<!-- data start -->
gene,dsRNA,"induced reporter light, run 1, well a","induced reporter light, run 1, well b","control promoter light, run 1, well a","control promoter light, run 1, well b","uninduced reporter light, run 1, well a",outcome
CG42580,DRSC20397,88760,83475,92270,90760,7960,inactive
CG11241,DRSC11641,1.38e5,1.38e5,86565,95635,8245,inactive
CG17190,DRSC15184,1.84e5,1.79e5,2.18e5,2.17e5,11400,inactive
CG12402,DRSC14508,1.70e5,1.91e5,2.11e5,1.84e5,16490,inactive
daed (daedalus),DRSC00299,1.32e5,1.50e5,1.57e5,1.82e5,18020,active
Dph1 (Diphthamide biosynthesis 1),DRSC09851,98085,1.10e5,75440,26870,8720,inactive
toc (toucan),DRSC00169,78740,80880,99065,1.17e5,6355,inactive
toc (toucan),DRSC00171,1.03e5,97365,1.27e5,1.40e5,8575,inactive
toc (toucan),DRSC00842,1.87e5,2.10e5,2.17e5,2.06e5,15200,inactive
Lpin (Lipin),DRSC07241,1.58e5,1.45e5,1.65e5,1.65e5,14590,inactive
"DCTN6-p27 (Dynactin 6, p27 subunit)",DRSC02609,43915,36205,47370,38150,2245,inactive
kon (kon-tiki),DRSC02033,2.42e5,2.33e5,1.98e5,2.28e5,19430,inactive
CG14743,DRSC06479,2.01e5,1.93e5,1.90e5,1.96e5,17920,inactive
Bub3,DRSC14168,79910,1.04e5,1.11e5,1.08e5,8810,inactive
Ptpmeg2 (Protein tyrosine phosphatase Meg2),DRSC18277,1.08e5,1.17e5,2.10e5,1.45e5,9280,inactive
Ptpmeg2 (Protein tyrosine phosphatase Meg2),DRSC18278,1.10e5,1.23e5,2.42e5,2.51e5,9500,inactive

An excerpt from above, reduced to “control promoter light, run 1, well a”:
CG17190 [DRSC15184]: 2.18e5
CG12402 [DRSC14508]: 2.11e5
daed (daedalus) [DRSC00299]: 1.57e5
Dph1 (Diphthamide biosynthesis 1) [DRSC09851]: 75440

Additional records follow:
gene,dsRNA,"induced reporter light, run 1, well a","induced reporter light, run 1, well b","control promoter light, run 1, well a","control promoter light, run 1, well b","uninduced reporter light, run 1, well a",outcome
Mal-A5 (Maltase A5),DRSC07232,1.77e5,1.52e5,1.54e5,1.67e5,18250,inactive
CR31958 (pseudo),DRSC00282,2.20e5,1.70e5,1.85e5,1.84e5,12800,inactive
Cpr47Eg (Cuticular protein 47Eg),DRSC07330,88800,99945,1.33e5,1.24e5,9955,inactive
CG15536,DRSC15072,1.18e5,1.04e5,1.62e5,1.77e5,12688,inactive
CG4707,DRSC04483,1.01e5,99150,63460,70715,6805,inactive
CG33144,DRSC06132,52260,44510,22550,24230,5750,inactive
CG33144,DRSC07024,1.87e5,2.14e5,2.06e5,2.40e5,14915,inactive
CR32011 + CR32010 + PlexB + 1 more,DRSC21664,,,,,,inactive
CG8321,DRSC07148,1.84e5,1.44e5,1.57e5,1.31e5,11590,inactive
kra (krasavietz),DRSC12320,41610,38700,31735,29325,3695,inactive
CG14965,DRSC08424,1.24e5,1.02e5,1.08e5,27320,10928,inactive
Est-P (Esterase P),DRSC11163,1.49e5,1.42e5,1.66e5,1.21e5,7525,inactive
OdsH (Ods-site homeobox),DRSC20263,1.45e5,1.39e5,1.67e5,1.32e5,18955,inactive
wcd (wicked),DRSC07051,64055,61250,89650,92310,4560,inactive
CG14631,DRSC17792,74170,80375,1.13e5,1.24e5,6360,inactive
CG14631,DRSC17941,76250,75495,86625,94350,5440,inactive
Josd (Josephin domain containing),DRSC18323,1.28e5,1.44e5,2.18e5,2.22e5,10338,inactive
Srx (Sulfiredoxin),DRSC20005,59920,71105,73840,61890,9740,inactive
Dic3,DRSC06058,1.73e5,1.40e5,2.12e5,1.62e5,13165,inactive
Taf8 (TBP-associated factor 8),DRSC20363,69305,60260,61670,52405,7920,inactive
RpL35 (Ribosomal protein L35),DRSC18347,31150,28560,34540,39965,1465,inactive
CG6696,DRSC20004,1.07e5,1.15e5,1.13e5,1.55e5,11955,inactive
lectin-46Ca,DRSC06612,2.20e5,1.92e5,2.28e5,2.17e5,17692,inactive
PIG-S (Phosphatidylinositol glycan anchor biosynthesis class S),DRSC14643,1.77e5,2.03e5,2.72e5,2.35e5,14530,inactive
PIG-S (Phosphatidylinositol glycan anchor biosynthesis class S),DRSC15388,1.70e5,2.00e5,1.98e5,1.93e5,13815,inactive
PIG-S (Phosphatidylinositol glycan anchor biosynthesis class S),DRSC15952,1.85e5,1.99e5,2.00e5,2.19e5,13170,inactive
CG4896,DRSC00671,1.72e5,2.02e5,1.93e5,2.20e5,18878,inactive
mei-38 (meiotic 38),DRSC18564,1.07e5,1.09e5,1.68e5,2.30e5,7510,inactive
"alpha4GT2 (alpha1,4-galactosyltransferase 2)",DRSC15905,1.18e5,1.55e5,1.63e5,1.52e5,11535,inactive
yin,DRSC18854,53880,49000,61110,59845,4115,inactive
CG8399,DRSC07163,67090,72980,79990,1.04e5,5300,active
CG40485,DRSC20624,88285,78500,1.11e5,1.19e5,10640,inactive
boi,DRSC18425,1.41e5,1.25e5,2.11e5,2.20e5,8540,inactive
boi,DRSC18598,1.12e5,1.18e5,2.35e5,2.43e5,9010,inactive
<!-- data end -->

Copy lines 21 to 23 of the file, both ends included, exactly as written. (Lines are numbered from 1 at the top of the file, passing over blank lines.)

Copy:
daed (daedalus) [DRSC00299]: 1.57e5
Dph1 (Diphthamide biosynthesis 1) [DRSC09851]: 75440

Additional records follow: